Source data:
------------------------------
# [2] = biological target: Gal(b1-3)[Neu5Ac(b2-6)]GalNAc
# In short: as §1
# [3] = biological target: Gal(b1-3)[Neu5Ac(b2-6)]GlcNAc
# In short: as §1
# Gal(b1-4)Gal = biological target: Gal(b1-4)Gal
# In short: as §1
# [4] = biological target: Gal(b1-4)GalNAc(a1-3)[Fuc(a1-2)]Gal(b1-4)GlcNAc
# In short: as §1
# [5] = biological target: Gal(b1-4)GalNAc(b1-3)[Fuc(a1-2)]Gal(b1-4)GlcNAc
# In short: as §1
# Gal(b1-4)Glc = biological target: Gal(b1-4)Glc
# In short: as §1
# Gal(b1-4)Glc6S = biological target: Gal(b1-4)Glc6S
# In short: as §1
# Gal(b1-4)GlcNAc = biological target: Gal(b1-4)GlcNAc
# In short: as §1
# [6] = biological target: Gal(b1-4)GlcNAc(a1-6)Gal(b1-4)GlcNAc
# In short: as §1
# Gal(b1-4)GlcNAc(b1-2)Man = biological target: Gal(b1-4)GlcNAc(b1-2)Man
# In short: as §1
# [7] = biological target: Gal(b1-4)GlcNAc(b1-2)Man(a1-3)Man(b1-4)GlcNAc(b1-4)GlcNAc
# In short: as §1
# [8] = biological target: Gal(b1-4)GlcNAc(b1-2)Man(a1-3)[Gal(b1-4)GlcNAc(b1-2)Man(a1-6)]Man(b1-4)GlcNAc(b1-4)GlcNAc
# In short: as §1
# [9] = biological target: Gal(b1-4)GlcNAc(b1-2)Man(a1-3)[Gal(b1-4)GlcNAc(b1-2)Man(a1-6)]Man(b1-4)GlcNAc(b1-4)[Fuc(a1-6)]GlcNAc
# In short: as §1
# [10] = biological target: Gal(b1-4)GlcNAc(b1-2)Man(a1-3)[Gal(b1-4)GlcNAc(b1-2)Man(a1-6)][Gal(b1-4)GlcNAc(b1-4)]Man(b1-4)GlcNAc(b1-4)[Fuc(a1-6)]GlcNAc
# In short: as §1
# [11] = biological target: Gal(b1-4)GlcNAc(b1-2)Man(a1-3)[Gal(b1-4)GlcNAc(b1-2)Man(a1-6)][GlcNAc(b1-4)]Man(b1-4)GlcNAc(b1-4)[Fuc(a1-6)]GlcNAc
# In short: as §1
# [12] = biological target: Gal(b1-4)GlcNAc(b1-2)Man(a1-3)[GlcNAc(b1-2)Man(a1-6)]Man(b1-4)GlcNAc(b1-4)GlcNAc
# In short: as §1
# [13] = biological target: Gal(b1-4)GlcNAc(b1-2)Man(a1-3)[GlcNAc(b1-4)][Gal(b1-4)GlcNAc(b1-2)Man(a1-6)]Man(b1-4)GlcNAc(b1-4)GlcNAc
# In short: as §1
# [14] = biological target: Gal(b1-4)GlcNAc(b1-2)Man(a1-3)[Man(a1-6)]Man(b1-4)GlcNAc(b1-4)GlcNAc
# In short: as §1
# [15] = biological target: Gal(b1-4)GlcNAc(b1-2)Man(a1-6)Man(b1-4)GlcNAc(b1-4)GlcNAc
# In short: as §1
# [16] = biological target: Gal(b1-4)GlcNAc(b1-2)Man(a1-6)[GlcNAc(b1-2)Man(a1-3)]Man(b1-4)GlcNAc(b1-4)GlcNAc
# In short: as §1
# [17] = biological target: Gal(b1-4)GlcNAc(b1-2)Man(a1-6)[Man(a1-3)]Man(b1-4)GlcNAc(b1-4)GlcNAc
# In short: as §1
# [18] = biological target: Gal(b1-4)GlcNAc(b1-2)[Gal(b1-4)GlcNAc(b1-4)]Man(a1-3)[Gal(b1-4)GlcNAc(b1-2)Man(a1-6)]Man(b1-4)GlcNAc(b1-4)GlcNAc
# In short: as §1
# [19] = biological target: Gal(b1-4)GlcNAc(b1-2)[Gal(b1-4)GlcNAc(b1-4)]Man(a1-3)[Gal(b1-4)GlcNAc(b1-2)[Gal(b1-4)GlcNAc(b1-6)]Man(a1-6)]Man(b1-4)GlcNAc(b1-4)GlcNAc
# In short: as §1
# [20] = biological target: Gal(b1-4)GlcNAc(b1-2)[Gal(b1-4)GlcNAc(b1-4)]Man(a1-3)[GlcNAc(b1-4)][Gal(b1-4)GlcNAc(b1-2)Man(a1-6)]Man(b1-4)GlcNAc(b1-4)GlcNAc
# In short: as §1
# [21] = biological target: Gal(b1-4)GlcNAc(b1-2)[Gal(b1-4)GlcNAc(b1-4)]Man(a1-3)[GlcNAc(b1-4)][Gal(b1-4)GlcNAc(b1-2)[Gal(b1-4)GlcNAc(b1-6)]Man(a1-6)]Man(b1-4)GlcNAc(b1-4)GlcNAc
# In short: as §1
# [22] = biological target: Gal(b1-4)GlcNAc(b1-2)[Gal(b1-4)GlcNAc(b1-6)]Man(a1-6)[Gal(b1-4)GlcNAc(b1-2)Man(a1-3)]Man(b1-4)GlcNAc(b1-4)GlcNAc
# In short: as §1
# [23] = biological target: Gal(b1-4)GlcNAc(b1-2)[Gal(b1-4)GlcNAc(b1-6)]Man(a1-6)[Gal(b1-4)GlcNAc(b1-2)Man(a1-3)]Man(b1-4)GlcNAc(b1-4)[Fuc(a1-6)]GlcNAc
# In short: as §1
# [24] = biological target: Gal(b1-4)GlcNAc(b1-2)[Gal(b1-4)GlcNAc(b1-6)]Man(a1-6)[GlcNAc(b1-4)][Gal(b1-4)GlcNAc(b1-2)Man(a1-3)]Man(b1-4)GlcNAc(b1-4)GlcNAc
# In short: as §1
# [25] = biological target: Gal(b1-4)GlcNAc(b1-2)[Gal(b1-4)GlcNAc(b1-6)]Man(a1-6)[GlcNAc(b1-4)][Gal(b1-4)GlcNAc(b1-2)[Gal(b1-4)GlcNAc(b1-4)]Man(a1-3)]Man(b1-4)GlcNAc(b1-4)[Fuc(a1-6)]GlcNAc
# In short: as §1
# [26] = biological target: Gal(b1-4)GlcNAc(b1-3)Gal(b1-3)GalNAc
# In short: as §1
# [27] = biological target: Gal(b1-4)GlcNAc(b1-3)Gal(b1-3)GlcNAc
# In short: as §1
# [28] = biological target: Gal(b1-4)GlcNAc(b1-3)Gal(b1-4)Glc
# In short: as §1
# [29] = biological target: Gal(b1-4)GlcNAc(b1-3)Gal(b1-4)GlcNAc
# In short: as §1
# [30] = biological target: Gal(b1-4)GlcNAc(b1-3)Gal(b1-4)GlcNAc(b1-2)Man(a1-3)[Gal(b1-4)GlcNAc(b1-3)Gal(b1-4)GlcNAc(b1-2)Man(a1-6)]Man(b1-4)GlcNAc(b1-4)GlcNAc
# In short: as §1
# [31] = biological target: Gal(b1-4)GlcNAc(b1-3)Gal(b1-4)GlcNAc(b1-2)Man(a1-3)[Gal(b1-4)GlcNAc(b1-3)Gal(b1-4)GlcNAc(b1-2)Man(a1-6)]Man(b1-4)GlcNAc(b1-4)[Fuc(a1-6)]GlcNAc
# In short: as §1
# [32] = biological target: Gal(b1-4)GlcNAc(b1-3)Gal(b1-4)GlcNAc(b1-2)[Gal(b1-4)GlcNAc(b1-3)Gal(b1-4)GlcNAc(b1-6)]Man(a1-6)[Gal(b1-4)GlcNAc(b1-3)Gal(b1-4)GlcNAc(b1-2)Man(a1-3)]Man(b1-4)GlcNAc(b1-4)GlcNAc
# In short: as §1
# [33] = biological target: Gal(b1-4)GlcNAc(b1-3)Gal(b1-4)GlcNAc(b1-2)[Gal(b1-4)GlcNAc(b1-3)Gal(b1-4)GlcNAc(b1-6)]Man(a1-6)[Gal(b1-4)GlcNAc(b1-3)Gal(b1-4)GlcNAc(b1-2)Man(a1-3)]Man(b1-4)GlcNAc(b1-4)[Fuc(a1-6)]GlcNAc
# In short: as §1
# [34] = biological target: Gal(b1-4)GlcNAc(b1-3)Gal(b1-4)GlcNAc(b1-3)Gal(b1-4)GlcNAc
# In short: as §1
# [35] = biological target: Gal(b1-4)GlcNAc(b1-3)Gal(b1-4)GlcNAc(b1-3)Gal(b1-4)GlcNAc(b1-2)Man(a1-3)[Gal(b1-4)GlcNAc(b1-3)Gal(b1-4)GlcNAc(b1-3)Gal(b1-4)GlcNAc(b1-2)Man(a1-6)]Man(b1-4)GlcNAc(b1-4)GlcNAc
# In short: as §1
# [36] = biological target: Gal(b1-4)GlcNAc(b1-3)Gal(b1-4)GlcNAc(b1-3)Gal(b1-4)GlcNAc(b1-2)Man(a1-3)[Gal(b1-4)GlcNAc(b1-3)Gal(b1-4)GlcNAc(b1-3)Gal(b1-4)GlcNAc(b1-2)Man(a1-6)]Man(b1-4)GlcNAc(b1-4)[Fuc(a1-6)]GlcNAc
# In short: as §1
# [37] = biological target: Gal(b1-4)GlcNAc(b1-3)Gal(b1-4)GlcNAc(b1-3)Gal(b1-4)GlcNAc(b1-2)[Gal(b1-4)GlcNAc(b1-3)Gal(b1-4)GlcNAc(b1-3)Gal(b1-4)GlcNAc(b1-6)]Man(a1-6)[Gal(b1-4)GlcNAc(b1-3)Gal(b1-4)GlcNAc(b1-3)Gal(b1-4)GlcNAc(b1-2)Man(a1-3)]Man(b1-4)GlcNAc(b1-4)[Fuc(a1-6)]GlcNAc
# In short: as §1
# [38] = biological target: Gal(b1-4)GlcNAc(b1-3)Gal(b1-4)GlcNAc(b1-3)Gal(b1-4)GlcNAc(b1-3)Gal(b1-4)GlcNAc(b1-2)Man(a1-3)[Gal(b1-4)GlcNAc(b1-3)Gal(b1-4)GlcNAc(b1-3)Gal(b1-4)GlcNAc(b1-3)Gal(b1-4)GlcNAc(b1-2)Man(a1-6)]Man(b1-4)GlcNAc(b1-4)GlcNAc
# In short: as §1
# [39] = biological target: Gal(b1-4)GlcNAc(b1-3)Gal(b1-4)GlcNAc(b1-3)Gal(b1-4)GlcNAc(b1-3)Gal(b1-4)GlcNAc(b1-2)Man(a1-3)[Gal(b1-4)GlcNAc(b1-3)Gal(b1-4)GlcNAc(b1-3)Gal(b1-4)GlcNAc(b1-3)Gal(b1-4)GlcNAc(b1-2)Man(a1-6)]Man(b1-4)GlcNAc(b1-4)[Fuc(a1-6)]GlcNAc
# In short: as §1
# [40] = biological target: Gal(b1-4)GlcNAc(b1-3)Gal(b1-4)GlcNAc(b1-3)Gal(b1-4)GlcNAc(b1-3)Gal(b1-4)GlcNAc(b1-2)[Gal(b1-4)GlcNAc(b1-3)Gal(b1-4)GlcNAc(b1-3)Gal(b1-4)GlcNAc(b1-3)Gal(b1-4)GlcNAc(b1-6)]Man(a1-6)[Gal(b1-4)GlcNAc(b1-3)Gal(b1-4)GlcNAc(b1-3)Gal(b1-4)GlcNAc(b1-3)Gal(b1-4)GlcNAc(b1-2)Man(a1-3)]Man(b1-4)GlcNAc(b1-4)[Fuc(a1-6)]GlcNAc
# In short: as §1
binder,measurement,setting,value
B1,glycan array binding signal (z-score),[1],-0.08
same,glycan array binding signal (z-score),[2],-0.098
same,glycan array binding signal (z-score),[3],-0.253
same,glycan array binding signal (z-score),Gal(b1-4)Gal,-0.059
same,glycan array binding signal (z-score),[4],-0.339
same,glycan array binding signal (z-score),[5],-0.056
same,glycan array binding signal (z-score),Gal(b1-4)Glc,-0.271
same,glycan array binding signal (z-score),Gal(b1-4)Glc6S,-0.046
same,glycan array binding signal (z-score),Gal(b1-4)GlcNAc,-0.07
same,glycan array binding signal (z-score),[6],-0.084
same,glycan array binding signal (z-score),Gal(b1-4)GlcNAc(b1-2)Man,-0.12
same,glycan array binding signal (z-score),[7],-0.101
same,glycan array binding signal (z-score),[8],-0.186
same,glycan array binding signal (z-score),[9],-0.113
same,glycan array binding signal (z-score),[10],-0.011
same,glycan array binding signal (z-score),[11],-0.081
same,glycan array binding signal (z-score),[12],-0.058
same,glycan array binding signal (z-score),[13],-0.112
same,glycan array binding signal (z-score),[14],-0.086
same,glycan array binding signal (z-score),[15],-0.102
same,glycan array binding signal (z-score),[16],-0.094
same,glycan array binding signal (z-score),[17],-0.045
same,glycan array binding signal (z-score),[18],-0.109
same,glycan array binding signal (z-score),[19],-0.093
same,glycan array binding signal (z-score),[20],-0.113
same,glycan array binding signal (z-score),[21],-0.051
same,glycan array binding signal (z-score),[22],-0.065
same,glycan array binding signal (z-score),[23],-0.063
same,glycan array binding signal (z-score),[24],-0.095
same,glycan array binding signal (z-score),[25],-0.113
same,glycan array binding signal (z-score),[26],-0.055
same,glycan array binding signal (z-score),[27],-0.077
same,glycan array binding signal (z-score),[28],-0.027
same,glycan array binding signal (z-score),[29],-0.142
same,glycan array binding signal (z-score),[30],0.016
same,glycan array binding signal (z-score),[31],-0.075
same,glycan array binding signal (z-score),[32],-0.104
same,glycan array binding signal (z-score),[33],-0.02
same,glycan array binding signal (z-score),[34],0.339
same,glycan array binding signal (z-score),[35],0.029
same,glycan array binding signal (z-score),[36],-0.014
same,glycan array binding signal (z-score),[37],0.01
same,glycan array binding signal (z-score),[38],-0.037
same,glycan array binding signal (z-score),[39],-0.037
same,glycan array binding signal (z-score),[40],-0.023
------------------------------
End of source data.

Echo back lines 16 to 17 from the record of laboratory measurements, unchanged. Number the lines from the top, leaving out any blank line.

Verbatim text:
# In short: as §1
# [6] = biological target: Gal(b1-4)GlcNAc(a1-6)Gal(b1-4)GlcNAc